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PIERRE | Businesses making alcohol or selling it wholesale might get to reach agreements on sponsorships and advertising again with groups and public facilities in South Dakota.

The state Department of Revenue cracked down in the past year. Revenue officials declared such promotions violated state law. Now the Legislature is considering a proposal that would make them legal.

The Senate Local Government Committee voted 6-0 Friday to recommend passage of HB 1157.

Sen. Kris Langer, R-Dell Rapids, said the deals were “a common practice that’s already in effect.” She is the lead Senate sponsor.

The measure now heads to the Senate for a debate and a roll-call vote. If the bill gets through without change, it goes to Gov. Dennis Daugaard for his review and decision.

The House of Representatives voted 40-27 for the current version Feb. 7.

The House decision came after an amendment from Rep. Wayne Steinhauer, R-Hartford, that some beer distributors didn’t like.

Steinhauer deleted the sentence: “No sponsorship or advertising agreement authorized pursuant to this section may include a requirement to exclusively purchase the licensed manufacturer's or wholesaler's products.”

The legislation would allow manufacturers, wholesalers or their agents reach agreements with a licensed retailer who is a civic, charitable, educational, fraternal, or veterans organization, a public entity or an operator of a property owned by a public entity.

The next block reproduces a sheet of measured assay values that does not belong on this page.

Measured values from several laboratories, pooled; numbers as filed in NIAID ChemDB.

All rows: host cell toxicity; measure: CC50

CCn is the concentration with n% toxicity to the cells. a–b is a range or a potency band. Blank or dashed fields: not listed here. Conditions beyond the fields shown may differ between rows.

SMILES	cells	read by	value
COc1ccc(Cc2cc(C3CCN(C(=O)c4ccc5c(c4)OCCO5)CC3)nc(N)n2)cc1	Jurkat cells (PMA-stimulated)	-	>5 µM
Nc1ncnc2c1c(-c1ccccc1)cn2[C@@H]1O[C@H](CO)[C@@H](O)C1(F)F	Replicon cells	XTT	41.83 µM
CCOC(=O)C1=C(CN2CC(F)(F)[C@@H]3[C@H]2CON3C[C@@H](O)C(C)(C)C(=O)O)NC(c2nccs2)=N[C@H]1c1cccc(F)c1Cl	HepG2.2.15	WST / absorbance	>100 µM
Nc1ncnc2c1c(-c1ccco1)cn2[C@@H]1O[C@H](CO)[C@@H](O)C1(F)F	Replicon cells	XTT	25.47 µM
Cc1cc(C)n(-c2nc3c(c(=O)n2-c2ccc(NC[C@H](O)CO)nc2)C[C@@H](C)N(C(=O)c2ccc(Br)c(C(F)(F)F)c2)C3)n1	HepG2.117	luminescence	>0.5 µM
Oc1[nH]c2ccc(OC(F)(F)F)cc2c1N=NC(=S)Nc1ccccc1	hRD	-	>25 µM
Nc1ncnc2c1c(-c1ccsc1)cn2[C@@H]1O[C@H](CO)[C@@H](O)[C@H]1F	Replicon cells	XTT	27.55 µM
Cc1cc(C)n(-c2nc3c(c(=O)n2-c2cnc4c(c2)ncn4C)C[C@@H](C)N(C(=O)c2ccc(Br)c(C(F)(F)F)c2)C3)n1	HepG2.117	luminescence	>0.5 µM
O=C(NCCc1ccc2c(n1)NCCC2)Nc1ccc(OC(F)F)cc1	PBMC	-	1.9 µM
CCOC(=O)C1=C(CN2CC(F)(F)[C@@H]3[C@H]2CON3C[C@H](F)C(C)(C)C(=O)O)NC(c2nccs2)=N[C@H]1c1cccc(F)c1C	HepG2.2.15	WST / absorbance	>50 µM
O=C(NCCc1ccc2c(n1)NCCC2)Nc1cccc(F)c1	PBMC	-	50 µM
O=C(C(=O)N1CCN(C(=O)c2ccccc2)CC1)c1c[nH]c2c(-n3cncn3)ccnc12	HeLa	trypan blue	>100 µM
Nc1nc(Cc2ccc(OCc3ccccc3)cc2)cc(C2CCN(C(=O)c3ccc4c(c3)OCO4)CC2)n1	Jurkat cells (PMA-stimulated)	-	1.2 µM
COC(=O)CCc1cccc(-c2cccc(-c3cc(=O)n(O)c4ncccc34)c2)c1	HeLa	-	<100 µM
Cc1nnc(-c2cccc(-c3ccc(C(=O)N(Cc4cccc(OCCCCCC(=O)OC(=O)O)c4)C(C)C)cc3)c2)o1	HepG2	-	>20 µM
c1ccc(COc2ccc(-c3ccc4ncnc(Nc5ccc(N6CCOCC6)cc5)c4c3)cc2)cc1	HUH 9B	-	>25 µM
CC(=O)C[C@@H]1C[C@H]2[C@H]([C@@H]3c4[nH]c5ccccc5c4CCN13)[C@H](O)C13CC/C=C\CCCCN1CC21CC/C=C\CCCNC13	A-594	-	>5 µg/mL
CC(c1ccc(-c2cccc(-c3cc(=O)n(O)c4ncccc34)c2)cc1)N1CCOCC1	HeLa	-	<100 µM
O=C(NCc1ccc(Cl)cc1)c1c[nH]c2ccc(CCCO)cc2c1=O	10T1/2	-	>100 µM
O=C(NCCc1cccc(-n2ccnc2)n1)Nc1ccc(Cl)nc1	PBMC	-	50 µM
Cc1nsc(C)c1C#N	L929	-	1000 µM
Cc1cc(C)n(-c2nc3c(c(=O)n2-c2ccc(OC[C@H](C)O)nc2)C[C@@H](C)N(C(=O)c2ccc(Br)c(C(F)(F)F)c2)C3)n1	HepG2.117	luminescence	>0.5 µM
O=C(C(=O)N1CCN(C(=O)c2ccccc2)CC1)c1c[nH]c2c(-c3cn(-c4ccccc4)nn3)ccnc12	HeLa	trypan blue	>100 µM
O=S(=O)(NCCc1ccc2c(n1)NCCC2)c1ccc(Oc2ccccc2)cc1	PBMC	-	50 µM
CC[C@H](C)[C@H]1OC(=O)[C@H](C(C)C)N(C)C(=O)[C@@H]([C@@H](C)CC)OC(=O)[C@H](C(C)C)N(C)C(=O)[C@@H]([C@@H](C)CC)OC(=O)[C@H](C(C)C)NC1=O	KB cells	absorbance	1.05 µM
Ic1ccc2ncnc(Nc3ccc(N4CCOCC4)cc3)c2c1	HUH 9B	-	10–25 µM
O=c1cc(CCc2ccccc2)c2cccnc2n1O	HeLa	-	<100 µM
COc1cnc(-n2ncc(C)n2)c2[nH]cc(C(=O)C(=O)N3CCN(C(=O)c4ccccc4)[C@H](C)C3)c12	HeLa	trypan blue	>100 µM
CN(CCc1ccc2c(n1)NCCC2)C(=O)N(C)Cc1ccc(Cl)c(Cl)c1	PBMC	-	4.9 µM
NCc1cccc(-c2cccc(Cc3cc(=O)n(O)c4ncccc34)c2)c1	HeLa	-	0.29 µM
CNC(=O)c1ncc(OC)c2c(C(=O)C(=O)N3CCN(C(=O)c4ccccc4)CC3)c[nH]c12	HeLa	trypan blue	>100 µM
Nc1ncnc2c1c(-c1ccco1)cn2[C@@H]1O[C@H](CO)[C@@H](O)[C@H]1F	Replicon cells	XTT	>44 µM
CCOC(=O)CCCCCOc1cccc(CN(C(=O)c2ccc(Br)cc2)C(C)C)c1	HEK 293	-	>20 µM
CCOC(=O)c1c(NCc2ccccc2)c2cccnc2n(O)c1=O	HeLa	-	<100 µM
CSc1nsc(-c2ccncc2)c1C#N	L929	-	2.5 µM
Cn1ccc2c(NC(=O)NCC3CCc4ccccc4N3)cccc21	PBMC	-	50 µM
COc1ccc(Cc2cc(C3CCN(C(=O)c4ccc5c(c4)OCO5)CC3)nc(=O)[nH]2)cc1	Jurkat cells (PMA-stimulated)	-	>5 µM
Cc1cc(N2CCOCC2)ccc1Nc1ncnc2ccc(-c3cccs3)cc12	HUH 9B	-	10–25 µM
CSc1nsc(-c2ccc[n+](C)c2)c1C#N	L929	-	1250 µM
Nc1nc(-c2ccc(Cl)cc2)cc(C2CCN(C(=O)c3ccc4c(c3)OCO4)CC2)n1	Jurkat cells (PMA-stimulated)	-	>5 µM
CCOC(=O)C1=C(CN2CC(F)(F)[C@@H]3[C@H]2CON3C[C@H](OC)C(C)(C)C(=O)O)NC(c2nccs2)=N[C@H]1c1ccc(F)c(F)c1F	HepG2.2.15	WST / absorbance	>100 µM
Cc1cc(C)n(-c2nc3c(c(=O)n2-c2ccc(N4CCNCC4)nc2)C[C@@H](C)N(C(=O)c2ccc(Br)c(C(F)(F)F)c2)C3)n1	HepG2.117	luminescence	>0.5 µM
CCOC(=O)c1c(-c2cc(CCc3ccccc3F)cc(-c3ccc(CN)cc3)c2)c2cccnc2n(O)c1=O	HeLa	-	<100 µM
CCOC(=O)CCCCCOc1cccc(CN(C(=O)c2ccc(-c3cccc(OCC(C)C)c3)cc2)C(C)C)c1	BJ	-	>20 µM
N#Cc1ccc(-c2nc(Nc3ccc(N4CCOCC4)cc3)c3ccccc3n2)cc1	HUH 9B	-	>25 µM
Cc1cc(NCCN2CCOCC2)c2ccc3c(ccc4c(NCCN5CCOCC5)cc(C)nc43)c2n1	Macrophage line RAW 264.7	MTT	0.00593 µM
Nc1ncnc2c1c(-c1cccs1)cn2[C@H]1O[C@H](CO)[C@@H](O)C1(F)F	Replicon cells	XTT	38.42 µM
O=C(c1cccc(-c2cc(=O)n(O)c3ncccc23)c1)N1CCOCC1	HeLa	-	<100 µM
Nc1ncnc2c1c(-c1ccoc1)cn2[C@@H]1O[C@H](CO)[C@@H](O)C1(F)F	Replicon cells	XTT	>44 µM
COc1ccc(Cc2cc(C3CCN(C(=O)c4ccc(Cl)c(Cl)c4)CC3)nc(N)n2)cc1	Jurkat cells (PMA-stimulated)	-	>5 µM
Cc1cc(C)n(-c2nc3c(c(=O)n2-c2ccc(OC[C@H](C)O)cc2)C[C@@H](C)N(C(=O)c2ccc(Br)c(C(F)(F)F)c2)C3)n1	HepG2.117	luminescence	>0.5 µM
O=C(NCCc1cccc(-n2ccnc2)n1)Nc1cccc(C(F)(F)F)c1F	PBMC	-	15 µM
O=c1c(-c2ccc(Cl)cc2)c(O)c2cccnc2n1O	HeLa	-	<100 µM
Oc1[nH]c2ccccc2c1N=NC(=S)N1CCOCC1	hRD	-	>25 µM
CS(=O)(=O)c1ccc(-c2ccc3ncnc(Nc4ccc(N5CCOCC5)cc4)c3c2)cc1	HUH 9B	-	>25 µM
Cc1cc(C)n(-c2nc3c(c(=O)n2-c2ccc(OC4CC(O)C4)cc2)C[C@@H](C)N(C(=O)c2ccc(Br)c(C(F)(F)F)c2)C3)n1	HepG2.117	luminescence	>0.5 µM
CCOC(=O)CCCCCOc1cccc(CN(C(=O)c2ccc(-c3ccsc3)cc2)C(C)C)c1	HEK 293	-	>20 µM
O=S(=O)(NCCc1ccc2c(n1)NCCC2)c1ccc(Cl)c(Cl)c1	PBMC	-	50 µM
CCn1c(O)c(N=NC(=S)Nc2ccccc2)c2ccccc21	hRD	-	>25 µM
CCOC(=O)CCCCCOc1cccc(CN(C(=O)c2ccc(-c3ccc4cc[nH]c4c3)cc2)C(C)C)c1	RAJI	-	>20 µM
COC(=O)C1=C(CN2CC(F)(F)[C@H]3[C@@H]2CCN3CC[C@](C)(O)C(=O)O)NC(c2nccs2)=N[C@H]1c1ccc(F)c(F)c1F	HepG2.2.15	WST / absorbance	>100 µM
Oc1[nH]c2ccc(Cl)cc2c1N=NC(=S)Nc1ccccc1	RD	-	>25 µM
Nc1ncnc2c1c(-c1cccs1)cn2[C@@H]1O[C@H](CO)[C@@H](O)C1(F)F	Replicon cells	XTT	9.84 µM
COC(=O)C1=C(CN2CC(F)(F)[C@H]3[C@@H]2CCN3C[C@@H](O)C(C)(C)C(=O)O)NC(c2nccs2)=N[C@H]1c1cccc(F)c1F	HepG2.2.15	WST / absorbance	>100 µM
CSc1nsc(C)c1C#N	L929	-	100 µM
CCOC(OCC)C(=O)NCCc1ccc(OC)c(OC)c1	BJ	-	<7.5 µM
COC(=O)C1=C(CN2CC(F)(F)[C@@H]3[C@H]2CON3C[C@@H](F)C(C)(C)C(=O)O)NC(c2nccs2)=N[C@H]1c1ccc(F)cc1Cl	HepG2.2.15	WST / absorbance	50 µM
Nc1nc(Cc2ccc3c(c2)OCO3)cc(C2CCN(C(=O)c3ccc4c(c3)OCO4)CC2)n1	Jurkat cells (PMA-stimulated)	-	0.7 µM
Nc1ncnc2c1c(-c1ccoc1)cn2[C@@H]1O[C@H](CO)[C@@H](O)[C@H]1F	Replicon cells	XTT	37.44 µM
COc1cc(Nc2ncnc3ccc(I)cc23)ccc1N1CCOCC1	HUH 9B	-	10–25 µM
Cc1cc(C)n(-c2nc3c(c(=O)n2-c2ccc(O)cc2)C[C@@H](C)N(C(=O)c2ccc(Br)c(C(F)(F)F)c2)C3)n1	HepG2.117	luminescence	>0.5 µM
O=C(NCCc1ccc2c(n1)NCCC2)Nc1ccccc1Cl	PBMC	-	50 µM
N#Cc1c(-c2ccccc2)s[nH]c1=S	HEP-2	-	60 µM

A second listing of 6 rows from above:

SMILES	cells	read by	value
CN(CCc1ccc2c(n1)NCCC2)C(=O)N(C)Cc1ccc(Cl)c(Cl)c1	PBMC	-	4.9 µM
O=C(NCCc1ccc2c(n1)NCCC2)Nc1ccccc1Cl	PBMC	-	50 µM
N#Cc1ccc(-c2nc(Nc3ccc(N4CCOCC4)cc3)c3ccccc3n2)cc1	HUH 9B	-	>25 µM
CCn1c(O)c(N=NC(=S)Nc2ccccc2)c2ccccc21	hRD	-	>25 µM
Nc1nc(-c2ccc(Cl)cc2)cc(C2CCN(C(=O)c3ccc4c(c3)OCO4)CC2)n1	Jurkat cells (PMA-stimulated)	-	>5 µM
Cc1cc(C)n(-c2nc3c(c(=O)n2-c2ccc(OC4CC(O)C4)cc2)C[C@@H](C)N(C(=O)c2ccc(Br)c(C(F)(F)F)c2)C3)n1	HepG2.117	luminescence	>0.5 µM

The bill’s prime sponsor is Rep. Doug Barthel, R-Sioux Falls. He said Friday the practice had been a South Dakota tradition for at least 20 years until state officials cracked down.

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“This reduces the need for public funds at public events and facilities,” Barthel told the senators. “This helps supplement that. The taxpayers don’t need to provide that funding instead.”

Justin Bell, a Pierre lawyer, testified in favor of the measure as a lobbyist for SMG. The company operates Denny Sanford Premier Center at Sioux Falls.

“This is not groundbreaking,” Bell said.

Bob Riter, a Pierre lawyer, spoke against the bill in its current form. He represented South Dakota Beer Distributors Association.

Riter asked for non-exclusivity to be restored.

Bell disagreed in his rebuttal: “We think the bill in its current form is in its best form.”

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